Halloween is a favourite holiday in my house, which means the decor has been up for weeks, the dog beds are surrounded by pumpkins, and Remy and Ira have been wearing festive collars and bandanas since October 1st. Admittedly, it is easy to get wrapped up in the fun of this holiday, but as pet parents we do have to remember to limit the level of involvement of our pups to something suitable for their individual needs... which sadly may not include wearing a t-rex costume 24 hours a day so you can feel like you’re living in Jurassic Bark.
When approaching any holiday, you can’t browse the internet without finding a slew of safety tips to abide by. Of course, there are some important basics:
- Keep chocolate and candies out of reach of your dogs (and me... I have no self-control around a packet of rockets)
- Avoid singed whiskers or tails by supervising your pups around the open flames of candles and jack-o-lanterns. LED candles are a great alternative.
- Steer clear of pranksters and keep your pets safely inside on Halloween and Devil’s Night
- Don’t leave your dog unsupervised while they’re in a costume and remove outfits if they will be playing with other dogs (nobody wants to be dragged around the dog park by their Superdog cape)
But let’s be honest, those are just four of the same 20 tips you’ve probably already read in 100 different articles. Instead of repeating the same old info, I wanted to share with you some practical advice on how to set your dog up for success come October 31st.
While this may sound silly, the first thing you should do is think about your dog. And what I mean is to really think about their needs (not just get lost in their big brown eyes) and break apart the events of the holiday. Are they comfortable around children? Do they bark at the doorbell? Are they frightened by loud or sudden noises? If your pup is at all uncomfortable with the aforementioned, set them up in what I like to call a “Halloween Happy Hut”! At different times of the year it is also known as a “Firework Fun Flat” or a “Thunderstorm Tranquility Tent”. Or, to put it simply, a safe space away from scary triggers.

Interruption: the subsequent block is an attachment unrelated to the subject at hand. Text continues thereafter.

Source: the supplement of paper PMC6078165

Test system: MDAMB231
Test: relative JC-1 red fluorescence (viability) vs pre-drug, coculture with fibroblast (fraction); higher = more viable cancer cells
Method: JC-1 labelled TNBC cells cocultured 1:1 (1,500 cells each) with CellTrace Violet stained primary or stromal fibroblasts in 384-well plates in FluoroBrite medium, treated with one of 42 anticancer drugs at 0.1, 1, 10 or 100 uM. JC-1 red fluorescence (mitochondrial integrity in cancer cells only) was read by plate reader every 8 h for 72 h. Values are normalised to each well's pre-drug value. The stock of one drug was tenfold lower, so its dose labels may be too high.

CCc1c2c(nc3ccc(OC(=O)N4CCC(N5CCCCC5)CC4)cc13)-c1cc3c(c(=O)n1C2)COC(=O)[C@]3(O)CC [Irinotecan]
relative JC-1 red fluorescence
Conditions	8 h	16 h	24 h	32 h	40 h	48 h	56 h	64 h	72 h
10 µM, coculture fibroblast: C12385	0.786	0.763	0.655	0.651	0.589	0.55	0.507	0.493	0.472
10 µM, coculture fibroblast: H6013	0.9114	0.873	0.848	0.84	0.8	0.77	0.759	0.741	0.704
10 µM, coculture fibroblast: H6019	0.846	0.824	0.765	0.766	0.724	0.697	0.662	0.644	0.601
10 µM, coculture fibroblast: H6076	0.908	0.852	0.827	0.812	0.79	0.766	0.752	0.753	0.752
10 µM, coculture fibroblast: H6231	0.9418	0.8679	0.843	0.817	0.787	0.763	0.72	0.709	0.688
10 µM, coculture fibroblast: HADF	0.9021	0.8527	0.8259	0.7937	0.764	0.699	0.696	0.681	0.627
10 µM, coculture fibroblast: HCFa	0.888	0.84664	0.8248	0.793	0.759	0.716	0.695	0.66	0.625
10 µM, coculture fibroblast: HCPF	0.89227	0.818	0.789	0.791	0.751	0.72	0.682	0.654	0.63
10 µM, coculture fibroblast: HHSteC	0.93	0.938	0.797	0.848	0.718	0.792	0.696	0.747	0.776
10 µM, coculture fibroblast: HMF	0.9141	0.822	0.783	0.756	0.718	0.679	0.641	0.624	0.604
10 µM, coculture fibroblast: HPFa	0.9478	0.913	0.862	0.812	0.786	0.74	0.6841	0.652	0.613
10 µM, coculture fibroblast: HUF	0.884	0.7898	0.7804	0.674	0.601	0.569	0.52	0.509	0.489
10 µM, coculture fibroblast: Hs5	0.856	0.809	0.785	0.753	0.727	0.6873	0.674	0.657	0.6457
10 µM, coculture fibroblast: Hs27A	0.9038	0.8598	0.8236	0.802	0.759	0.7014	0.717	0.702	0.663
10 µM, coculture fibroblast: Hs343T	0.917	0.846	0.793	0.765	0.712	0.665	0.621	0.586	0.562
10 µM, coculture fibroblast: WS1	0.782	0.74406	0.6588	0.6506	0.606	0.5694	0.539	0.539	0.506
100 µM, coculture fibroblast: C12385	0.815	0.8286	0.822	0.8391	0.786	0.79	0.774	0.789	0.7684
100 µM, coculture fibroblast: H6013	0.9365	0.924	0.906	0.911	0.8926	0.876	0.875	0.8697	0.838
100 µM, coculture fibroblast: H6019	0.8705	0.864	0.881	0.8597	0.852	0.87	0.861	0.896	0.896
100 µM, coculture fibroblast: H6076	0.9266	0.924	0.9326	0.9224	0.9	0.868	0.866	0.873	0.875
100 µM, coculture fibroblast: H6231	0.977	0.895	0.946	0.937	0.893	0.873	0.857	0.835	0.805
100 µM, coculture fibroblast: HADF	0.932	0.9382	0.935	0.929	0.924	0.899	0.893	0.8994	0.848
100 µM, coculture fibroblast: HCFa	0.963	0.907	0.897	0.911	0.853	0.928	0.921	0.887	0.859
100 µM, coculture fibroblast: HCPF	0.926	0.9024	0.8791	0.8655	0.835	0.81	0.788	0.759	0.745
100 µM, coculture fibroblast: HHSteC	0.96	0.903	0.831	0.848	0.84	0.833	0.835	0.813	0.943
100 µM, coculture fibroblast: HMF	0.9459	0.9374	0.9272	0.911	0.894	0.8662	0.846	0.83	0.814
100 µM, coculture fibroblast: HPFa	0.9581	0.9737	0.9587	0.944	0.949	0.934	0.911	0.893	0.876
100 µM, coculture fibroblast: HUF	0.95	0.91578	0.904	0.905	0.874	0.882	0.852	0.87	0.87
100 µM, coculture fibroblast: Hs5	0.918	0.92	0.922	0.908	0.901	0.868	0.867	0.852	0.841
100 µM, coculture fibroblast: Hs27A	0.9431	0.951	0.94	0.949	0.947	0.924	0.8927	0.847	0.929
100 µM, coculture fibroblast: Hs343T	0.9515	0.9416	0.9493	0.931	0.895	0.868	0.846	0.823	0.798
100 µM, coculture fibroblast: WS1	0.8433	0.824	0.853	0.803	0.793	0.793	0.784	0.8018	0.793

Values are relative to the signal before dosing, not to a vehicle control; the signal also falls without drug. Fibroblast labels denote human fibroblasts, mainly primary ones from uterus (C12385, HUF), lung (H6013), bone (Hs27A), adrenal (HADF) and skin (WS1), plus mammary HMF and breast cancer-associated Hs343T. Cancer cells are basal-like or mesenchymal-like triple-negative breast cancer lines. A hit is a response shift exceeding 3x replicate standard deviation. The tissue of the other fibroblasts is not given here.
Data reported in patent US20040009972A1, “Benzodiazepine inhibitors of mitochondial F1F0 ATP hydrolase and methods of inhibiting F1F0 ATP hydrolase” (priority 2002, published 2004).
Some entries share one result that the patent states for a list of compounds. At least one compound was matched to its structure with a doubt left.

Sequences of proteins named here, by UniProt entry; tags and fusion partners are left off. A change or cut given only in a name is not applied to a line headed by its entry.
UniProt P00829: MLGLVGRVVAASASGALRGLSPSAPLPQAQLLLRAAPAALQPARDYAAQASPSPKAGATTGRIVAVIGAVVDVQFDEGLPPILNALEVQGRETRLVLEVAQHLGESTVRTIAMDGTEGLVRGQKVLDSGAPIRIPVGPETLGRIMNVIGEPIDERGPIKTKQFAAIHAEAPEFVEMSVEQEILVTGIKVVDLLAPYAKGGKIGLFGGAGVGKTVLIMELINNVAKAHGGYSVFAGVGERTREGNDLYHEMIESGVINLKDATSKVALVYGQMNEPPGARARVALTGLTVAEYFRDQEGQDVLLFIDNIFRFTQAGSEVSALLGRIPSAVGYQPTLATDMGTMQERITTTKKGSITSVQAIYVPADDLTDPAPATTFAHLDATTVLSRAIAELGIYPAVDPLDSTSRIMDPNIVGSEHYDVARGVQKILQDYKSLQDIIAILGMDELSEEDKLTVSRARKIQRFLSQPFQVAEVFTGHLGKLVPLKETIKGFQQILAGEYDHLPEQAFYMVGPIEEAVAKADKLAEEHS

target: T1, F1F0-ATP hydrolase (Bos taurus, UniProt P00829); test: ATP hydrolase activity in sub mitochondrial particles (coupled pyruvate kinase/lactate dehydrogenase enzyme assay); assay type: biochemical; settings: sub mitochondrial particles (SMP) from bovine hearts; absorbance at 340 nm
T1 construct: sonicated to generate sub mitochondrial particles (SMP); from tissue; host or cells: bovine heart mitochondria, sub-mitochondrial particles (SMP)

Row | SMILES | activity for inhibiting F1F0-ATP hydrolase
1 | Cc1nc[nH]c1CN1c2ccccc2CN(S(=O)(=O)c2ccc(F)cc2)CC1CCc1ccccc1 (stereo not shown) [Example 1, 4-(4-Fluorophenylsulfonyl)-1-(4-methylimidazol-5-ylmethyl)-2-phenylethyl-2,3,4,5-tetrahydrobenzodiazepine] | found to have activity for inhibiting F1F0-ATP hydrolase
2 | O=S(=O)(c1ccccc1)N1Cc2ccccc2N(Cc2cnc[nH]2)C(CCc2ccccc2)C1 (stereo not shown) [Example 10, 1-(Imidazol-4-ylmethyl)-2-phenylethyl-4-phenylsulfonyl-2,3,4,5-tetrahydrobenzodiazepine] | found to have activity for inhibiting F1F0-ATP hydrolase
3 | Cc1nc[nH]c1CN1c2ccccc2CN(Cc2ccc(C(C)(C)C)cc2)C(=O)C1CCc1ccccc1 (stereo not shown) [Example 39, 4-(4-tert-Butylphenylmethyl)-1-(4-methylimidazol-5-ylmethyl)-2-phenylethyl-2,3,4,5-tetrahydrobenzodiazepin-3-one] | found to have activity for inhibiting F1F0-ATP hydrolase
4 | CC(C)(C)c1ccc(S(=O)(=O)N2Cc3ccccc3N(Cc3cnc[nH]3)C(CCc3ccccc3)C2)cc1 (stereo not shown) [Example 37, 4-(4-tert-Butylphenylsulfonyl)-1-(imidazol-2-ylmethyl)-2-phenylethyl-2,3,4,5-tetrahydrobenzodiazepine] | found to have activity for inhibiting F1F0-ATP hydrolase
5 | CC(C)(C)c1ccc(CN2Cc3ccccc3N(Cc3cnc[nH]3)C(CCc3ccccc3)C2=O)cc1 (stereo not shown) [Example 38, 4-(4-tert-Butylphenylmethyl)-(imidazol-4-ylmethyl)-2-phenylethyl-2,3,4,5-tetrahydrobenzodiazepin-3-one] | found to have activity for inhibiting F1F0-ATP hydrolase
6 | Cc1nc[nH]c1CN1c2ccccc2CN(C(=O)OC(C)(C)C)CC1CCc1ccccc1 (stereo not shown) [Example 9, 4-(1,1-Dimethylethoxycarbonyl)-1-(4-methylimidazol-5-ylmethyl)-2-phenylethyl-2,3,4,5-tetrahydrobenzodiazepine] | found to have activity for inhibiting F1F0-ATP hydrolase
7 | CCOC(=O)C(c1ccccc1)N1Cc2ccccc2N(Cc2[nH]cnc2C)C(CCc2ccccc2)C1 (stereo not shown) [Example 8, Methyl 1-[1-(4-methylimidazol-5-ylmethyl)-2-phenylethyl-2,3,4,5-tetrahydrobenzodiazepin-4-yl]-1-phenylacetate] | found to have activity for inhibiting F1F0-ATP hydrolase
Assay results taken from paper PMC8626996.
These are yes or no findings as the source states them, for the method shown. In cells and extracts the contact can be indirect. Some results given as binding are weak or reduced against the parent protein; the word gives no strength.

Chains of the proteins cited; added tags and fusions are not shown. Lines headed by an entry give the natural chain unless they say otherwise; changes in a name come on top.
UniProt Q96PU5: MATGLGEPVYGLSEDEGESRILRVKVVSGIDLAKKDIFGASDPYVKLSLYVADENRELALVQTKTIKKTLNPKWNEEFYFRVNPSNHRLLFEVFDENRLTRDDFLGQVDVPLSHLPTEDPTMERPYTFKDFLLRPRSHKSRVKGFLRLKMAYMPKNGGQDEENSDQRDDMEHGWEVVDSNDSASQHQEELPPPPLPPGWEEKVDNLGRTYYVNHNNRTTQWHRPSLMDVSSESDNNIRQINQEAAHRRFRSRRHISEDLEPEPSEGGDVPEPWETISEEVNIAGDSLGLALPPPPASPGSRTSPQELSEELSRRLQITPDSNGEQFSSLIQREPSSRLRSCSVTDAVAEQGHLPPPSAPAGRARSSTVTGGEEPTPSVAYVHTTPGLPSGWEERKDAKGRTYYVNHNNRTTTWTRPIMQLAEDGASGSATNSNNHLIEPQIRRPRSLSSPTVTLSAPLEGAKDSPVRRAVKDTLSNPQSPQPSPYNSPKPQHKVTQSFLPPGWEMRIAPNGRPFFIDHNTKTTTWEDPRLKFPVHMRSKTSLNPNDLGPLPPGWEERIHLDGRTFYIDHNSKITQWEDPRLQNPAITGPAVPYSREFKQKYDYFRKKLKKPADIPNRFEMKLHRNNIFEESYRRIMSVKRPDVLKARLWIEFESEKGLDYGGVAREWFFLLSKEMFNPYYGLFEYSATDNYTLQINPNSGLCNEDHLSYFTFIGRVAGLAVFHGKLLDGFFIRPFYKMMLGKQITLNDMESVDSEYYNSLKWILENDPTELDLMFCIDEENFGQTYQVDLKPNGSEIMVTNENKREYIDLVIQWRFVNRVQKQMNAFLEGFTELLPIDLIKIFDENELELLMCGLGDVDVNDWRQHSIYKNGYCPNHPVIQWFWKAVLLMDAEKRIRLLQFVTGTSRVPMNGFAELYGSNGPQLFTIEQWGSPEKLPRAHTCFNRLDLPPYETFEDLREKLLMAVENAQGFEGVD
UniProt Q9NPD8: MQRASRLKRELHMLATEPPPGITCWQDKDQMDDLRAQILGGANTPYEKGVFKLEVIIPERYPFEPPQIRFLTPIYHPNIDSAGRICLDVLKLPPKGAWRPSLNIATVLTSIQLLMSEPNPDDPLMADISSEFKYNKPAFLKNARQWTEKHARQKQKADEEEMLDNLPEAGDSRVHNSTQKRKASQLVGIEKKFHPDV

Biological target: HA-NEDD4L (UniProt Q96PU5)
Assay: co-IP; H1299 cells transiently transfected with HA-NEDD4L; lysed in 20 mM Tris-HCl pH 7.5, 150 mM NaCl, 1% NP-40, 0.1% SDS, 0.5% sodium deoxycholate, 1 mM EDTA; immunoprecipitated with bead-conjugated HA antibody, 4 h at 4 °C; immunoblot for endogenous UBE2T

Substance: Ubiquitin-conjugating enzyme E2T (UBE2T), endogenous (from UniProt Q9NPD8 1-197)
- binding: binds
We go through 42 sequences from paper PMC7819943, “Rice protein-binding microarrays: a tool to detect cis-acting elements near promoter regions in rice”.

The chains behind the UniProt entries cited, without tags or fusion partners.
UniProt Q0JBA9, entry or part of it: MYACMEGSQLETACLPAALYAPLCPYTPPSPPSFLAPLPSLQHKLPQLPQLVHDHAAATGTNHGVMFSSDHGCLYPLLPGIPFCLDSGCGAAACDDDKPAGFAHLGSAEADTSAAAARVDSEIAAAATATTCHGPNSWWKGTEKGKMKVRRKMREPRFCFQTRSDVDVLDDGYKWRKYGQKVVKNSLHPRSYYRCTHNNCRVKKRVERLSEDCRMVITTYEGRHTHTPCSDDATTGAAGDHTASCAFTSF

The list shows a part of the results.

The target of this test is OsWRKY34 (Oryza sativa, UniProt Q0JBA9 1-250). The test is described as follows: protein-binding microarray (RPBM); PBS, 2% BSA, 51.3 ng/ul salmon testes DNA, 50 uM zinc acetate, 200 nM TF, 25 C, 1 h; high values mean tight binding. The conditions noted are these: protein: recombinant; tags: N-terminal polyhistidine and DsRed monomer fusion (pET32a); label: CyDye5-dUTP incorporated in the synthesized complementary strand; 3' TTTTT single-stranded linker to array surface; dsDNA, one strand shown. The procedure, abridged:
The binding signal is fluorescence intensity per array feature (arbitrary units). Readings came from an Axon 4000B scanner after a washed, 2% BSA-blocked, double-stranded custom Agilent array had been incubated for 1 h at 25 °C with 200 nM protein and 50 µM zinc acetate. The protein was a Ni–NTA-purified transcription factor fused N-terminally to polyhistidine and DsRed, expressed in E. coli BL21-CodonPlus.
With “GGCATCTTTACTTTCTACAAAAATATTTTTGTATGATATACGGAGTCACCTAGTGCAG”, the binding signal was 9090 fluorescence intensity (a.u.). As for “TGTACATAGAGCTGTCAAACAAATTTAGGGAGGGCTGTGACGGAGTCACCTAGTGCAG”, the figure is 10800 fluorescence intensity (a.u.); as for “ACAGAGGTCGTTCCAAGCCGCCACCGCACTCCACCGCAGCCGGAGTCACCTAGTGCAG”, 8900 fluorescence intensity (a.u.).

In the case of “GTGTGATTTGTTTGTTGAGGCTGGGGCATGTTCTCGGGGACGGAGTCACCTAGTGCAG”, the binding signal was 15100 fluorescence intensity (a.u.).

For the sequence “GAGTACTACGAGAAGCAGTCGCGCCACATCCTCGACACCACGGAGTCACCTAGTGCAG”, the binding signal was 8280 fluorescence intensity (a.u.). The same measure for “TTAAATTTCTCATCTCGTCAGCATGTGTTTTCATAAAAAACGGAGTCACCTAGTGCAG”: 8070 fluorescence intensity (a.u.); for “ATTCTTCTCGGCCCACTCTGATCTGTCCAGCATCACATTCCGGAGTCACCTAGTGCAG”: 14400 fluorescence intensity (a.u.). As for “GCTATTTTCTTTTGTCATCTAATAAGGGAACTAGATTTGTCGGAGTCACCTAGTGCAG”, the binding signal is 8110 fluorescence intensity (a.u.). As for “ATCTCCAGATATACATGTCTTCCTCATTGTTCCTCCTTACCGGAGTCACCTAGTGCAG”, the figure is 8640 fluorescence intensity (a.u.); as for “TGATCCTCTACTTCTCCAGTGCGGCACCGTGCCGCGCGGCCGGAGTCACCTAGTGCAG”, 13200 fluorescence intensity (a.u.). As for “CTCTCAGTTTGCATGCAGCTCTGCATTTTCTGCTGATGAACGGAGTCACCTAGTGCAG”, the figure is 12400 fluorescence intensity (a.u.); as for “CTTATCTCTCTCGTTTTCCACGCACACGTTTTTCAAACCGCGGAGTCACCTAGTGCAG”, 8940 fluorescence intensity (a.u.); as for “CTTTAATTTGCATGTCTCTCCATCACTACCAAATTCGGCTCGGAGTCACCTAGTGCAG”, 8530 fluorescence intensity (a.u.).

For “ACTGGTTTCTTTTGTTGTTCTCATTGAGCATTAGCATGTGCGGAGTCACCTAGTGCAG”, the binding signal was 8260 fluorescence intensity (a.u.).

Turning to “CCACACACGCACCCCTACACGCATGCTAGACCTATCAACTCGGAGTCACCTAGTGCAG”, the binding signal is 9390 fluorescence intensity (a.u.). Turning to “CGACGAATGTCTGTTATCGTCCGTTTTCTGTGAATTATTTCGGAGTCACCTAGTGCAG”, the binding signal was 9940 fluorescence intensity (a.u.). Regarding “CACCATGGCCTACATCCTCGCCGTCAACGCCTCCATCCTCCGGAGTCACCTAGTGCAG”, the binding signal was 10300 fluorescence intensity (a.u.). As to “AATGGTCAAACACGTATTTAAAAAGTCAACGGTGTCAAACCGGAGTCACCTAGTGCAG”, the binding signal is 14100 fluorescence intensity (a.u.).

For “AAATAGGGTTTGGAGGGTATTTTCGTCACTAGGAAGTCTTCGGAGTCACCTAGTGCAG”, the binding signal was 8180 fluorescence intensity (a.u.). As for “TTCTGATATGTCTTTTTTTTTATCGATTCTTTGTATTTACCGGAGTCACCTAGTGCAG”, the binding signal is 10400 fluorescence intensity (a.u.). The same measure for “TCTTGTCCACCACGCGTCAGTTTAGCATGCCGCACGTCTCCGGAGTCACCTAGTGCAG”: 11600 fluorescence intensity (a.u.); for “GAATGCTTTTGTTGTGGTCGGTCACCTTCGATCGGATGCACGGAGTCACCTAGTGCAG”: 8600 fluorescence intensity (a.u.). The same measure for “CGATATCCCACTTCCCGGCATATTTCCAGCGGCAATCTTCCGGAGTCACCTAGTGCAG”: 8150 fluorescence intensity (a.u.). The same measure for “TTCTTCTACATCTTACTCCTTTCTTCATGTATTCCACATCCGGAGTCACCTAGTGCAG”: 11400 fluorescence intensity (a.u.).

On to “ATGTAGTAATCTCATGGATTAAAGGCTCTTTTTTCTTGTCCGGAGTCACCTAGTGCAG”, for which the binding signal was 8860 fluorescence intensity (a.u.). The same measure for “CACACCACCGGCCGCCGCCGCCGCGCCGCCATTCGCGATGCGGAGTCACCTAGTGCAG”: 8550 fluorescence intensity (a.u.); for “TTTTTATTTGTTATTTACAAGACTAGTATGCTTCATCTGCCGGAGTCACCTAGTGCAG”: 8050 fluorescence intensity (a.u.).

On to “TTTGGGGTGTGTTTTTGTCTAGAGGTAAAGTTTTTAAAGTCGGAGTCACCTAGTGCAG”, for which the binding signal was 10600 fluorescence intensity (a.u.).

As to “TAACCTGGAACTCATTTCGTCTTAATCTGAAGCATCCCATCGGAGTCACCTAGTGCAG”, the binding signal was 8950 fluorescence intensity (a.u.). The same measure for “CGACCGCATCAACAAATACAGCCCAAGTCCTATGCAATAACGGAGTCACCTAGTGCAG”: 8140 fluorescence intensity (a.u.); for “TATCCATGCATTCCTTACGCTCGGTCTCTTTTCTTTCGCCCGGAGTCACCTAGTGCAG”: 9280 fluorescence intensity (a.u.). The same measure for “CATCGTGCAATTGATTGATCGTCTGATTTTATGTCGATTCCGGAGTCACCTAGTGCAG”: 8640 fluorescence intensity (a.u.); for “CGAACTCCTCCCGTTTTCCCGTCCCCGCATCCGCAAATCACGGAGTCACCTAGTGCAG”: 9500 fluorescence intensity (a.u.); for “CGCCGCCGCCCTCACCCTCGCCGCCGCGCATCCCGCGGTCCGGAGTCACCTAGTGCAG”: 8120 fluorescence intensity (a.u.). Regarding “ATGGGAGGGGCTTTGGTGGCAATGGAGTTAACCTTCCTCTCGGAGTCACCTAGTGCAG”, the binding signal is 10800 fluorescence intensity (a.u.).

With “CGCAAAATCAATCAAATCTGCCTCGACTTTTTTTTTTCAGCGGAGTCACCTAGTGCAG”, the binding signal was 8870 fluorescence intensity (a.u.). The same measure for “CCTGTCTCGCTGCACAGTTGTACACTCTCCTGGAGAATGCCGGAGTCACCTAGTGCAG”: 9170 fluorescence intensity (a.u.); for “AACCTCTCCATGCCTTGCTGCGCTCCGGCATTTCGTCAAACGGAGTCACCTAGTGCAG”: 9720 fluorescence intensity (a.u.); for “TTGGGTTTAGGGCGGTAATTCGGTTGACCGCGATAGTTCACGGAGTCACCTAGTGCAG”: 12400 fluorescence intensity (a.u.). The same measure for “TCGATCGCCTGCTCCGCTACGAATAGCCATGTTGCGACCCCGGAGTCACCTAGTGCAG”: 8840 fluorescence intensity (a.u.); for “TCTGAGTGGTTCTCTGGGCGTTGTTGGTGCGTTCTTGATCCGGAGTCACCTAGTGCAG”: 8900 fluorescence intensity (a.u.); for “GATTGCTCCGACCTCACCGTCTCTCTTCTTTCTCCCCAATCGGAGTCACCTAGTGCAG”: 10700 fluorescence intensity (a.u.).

Making your pup a Halloween Happy Hut is actually quite simple and you don’t need to own a crate; triple H could be in a bedroom, laundry room or bathroom outfitted with the following:
- their bed along with blankets to snuggle into
- multiple food-dispensing toys to keep your pup occupied. This will burn mental energy and help their brain to release happy endorphins (thanks, food!)
- music or white noise to drown out the sounds of the doorbell and the many voices of trick-or-treaters.
If your dog has never been confined to a certain area of your home, do a few short practice runs before the 31st. Start with just a few minutes and gradually increase the amount of time your dog is alone, 2-3 minutes at at time. Springing anything new on your dog in the moment, will likely just pile on to the stress they are already feeling, so preparation is key.
Depending on the severity of your dogs anxiousness, you may only have to gate off the front entranceway so they can’t barge at or through the door. You can even turn the doorbell into a fun game of Pavlov’s Dog (classical conditioning). Door bell rings? Toss a treat onto their bed or mat that you have set up nearby behind a gate. With enough repetition by practicing for a few minutes each day, the doorbell will become a cue to your pup to go to their bed for a tasty snack and they will be ready to do tricks for treats on Halloween.
Maybe your dog loves kids, they don’t so much as blink at the sound of a doorbell or maybe they howl along gleefully at loud noises (I highly recommend joining in, it’s a blast). If this is the case, kudos! However, as much as we love our dogs, others in your neighbourhood may not be so keen on your Frankenweenie.
If your pooch will be helping to dole out the goods at your house or tagging along for trick-or-treating, make sure they are leashed by your side. Additionally, pick up a collar light or something reflective if they will be out after dark.
If staying in is more your forte, make a Halloween Happy Hut big enough for the whole family! Lock the doors, turn off the lights and snuggle in with your pooch, that box of 350 mini chocolate bars and 2011’s cult classic, Spooky Buddies
for a solid night.
I hope these tips will help keep your goblins and ghouls safe from all the things that go 'bump in the night' this Halloween!